Cardiovascular health: How to care for miles of blood vessels with dietary supplements

| By Celine Torres-Moon

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Cardiovascular health: How to care for miles of blood vessels with dietary supplements

Nutrition can support cardiovascular health, and the following article from our friends at Protocol for Life Balance highlights three nutrients that you might consider adding to your wellness portfolio.

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Extremely complex and absolutely vital, the cardiovascular system can be divided into 3 main components: the heart, blood vessels (arteries, veins, capillaries), and blood. Each element of this triad has to constantly be at its best to allow the entire system to function properly and to ensure that each cell of the body receives the oxygen and nutrients it needs to thrive, as well as unload the by-products of normal cellular respiration such as carbon dioxide (CO2) and other metabolic by-products. It would not be possible to list in just one article all the dietary supplements available to support a healthy cardiovascular system, as there are supplements that address pretty much every element of this multifaceted system. Therefore, we will focus here on three compounds, each acting at a different level of the cardiovascular system: menaquinone-7 (MK-7), ubiquinol, and nattokinase.*

In order to maintain blood vessel elasticity and normal blood clotting functions, we have vitamin K.* Vitamin K is a group of structurally related compounds known for their multiple bodily functions, including the support of a healthy coagulation.* Vitamin K is also essential for the gamma-carboxylation of glutamyl amino acid residues of GLA proteins, which include proteins involved in extracellular matrix mineralization, such as osteocalcin in bones, and other matrix GLA proteins (MGP) found in cartilage and artery walls.* Vitamin K2 seems to be particularly important for cardiovascular health, as shown in a recently published prospective study following nearly 3,000 adults over at least 10 years. This study showed that there was no statistical association between dietary intake of vitamin K1 and cardiovascular health, while higher intakes of dietary vitamin K2 were associated healthier cardiovascular systems.[1]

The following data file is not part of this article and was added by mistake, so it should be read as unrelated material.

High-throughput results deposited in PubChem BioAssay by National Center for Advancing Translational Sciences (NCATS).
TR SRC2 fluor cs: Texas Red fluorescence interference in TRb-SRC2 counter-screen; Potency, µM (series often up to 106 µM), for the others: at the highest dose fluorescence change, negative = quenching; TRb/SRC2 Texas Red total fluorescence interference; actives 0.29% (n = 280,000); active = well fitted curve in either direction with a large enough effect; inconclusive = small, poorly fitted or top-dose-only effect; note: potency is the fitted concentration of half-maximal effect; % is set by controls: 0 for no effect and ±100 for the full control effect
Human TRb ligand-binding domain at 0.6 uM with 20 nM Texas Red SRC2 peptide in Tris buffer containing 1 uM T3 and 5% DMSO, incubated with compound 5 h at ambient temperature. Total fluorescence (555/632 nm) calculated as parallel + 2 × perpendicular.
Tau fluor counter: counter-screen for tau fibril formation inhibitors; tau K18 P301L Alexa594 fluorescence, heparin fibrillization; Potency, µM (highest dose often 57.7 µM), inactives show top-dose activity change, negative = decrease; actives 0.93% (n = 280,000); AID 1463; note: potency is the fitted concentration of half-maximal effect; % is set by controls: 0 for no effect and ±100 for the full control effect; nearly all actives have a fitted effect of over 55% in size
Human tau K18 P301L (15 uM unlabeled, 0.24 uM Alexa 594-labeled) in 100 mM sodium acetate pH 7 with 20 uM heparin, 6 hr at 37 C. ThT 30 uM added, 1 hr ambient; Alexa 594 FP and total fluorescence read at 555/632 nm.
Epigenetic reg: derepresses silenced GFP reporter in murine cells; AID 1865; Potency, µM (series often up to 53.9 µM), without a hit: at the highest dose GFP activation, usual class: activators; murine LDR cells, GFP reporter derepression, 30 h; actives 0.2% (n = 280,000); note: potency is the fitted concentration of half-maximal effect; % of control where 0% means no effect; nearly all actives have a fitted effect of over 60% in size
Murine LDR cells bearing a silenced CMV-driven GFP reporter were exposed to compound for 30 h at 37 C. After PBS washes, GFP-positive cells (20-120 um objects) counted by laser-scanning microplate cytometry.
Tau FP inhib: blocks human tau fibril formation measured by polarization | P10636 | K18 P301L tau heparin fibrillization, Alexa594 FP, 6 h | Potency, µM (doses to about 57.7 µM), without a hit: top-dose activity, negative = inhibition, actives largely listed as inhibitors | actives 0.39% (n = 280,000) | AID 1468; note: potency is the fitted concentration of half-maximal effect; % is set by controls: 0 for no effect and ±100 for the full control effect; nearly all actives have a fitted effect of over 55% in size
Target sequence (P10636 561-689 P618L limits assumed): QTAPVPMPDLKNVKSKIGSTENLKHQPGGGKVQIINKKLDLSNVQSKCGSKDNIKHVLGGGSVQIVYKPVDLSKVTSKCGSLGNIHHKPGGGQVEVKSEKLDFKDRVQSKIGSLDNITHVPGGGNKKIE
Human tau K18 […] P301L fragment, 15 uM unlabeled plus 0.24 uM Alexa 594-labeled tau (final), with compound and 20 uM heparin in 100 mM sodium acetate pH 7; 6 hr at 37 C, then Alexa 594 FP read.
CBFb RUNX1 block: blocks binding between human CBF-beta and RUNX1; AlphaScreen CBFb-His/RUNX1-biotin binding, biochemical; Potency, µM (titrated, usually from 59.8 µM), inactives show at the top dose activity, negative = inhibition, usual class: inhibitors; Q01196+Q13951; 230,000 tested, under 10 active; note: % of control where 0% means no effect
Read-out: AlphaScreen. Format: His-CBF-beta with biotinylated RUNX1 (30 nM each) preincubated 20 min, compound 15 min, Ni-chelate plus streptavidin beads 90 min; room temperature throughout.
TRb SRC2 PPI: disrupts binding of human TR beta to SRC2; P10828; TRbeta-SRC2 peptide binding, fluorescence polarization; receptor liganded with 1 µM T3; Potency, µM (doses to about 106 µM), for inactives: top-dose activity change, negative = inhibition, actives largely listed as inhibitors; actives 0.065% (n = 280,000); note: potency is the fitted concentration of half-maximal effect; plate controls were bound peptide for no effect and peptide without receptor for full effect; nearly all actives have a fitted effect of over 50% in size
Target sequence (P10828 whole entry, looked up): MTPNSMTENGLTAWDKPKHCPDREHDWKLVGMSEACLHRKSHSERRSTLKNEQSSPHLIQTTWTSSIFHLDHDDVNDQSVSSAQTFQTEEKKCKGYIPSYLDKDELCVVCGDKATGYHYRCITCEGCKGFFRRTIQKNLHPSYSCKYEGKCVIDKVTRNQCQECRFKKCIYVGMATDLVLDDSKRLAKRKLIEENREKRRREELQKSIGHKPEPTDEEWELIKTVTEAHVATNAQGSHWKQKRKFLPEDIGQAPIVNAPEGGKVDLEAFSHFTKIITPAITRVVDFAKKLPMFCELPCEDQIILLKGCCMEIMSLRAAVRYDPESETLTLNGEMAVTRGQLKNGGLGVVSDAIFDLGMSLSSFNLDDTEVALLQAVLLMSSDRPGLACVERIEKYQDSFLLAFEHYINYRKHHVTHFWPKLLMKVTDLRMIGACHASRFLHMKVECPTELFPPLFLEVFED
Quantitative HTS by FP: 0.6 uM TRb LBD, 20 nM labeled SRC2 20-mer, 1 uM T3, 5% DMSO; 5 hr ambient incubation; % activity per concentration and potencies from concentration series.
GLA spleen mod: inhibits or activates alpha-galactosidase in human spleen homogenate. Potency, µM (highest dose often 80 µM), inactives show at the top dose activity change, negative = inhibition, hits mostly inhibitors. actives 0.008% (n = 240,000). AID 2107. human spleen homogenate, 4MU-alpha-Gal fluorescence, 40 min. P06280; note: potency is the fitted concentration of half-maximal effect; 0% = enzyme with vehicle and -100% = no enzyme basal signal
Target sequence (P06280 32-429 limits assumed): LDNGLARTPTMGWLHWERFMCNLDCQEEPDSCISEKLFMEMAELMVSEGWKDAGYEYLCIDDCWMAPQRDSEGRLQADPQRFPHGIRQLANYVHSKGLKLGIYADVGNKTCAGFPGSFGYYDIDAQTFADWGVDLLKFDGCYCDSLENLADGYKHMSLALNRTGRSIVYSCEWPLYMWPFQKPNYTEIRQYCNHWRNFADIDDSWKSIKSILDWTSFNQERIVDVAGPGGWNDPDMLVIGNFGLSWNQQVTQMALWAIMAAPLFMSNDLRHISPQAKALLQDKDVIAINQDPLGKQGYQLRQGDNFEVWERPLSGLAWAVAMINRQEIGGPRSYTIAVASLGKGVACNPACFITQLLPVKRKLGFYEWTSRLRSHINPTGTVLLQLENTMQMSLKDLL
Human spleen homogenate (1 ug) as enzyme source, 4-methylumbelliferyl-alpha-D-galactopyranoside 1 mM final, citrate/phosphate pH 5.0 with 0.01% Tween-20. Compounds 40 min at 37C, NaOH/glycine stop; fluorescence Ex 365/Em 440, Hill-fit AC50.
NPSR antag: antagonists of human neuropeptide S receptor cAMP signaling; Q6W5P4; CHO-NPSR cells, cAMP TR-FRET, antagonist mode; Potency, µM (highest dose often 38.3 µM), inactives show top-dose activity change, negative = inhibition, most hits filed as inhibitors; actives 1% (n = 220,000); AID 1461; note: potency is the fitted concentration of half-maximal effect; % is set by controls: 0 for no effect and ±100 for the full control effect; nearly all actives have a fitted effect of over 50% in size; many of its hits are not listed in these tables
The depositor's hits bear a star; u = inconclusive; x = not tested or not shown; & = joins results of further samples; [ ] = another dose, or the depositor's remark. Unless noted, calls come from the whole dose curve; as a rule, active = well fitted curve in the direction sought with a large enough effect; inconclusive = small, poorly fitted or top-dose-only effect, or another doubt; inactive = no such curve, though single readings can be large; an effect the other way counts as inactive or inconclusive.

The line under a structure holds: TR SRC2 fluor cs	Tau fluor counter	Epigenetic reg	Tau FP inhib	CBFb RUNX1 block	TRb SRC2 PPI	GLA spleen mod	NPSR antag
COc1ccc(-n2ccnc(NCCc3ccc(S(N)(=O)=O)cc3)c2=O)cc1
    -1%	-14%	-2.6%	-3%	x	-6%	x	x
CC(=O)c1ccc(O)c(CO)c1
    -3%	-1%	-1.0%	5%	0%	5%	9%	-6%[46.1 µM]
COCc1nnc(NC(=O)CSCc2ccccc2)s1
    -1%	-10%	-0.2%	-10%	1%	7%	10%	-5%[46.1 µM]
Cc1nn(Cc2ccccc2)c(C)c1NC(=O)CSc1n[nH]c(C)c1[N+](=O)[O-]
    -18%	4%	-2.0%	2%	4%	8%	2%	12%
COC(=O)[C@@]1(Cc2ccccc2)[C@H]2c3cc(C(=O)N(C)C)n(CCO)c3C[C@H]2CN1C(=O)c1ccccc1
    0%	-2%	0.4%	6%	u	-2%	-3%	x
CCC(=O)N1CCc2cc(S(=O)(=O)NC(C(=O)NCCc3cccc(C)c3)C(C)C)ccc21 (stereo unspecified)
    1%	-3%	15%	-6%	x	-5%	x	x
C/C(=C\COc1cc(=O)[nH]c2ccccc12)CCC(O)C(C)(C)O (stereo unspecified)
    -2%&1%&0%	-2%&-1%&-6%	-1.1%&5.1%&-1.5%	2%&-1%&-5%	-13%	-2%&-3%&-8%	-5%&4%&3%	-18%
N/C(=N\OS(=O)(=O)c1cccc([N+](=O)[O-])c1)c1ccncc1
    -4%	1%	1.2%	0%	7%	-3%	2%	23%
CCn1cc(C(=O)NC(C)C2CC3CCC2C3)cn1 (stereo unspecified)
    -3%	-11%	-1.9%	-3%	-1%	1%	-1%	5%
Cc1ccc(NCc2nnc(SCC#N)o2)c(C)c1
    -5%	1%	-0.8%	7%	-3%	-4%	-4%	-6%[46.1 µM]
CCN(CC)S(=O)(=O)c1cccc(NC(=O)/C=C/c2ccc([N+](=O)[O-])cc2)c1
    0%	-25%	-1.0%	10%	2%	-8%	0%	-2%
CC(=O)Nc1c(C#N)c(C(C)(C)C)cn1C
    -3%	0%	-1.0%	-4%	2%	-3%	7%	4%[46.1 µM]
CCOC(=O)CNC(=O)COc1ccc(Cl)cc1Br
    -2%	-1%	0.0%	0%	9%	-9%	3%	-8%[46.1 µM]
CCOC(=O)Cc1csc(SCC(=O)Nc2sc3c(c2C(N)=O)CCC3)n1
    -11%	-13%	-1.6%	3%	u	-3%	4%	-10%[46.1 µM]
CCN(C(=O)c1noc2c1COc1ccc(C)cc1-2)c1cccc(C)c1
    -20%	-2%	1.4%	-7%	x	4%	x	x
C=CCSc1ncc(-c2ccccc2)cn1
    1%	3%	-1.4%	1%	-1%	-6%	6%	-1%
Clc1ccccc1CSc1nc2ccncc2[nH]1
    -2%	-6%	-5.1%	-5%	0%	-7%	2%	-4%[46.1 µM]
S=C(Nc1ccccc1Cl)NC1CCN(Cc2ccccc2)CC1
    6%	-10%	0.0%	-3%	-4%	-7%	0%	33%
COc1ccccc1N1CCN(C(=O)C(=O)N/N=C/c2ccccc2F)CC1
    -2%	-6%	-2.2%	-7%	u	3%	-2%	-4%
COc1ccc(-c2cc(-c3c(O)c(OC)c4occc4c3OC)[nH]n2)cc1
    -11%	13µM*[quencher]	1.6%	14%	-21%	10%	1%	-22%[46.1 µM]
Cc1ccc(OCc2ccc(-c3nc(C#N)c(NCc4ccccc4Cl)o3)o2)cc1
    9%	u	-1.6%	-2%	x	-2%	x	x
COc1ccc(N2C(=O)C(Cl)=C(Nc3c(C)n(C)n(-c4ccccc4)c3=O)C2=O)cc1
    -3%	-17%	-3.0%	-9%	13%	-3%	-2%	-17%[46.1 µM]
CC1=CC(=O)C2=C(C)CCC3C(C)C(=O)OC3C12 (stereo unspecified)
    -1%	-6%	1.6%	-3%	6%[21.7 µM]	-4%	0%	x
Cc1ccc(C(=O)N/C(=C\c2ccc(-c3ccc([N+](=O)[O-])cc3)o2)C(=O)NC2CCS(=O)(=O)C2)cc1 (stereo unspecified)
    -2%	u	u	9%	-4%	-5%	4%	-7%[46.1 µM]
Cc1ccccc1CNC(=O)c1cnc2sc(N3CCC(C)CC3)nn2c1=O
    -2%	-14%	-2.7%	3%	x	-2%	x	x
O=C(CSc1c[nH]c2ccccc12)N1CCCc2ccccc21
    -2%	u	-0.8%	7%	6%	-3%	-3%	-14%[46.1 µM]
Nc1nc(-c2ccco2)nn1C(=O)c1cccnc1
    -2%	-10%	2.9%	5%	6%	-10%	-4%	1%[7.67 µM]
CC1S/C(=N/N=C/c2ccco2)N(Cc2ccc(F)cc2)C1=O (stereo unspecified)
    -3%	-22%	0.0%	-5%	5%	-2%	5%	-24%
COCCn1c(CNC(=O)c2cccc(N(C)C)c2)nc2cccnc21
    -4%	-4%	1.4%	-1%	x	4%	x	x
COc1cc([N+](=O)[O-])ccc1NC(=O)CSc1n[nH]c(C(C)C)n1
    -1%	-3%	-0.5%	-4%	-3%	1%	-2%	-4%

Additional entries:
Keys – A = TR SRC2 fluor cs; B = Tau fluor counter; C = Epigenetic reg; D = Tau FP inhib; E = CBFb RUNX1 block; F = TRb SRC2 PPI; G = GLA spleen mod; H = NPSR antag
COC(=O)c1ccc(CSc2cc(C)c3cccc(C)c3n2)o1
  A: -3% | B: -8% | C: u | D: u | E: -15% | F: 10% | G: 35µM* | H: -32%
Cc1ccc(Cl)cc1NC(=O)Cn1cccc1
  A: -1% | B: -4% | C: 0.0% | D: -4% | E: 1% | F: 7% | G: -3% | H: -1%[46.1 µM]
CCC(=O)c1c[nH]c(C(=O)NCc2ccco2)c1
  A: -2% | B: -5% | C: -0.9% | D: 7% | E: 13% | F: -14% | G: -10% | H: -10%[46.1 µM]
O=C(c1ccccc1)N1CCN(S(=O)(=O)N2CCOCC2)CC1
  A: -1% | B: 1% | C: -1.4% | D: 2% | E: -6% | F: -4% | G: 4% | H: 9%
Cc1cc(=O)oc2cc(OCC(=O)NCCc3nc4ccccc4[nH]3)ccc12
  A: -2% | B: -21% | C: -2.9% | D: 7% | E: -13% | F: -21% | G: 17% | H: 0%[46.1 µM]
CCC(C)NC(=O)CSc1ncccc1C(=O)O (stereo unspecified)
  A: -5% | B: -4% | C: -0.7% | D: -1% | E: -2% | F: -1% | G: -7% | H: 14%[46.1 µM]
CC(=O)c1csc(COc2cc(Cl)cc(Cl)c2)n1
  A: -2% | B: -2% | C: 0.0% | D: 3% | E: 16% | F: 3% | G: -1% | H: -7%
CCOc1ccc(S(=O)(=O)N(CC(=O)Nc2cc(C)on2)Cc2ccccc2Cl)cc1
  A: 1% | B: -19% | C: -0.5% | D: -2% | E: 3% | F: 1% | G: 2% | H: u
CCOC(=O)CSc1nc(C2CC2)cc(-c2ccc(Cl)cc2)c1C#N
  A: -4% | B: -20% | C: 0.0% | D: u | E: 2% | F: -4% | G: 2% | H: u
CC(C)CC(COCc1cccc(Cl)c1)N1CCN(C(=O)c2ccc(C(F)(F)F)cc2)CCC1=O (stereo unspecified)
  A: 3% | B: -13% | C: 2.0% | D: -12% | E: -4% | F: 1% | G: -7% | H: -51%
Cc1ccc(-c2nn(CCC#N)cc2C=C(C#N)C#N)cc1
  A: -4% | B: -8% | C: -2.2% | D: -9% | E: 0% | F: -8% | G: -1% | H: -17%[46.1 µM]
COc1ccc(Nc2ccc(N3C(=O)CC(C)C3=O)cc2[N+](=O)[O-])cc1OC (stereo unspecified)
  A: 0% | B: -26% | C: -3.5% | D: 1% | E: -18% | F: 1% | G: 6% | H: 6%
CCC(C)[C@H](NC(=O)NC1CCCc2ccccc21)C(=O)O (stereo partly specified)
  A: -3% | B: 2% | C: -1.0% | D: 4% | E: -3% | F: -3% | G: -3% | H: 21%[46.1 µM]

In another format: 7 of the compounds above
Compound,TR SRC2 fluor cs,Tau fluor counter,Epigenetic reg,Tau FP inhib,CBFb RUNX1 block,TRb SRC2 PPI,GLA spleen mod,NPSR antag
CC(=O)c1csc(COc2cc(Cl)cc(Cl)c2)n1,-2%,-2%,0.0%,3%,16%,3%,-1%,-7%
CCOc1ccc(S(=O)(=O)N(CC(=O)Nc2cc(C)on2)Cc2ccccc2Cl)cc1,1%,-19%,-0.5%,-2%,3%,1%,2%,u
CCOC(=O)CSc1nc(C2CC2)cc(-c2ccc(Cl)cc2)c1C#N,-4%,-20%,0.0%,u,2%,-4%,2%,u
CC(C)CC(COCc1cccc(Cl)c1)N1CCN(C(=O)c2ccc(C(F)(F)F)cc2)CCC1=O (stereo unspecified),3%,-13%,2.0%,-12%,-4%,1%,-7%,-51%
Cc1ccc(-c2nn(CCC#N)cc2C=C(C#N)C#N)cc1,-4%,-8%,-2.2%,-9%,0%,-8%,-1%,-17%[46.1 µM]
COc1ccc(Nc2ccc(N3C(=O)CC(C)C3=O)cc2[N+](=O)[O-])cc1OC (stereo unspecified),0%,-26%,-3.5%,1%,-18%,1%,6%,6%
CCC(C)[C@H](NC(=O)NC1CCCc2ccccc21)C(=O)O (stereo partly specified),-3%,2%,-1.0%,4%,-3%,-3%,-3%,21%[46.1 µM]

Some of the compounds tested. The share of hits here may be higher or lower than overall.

Menaquinone-7(MK-7) is a purified form of vitamin K2 with unique biological properties as demonstrated in a clinical study showing that MK-7 supplementation is able to induce prolonged carboxylation of osteocalcin and MGP in the blood.* This effect on carboxylation is dose dependent, which was demonstrated in a 12-week, randomized, double-blind, placebo-controlled trial performed on 60 healthy volunteers receiving either a placebo, 180 or 360 mcg MK-7 daily. At the end of this study, uncarboxylated dephospho-MGP decreased by 31% and 46%, respectively, in the MK-7 supplementation groups, and the ratio between uncarboxylated and carboxylated osteocalcin decreased by 60% in the 180 mcg group and 74% in the 360 mcg group.[2]* These biological effects of MK-7 translate into clinically relevant effects. This has been shown in a prospective double-blind, placebo-controlled clinical trial with 244 healthy post-menopausal women, where MK-7 supplementation (180 mcg/d or placebo for 3 years) resulted in a significant improvement in a marker of arterial stiffness.[3]*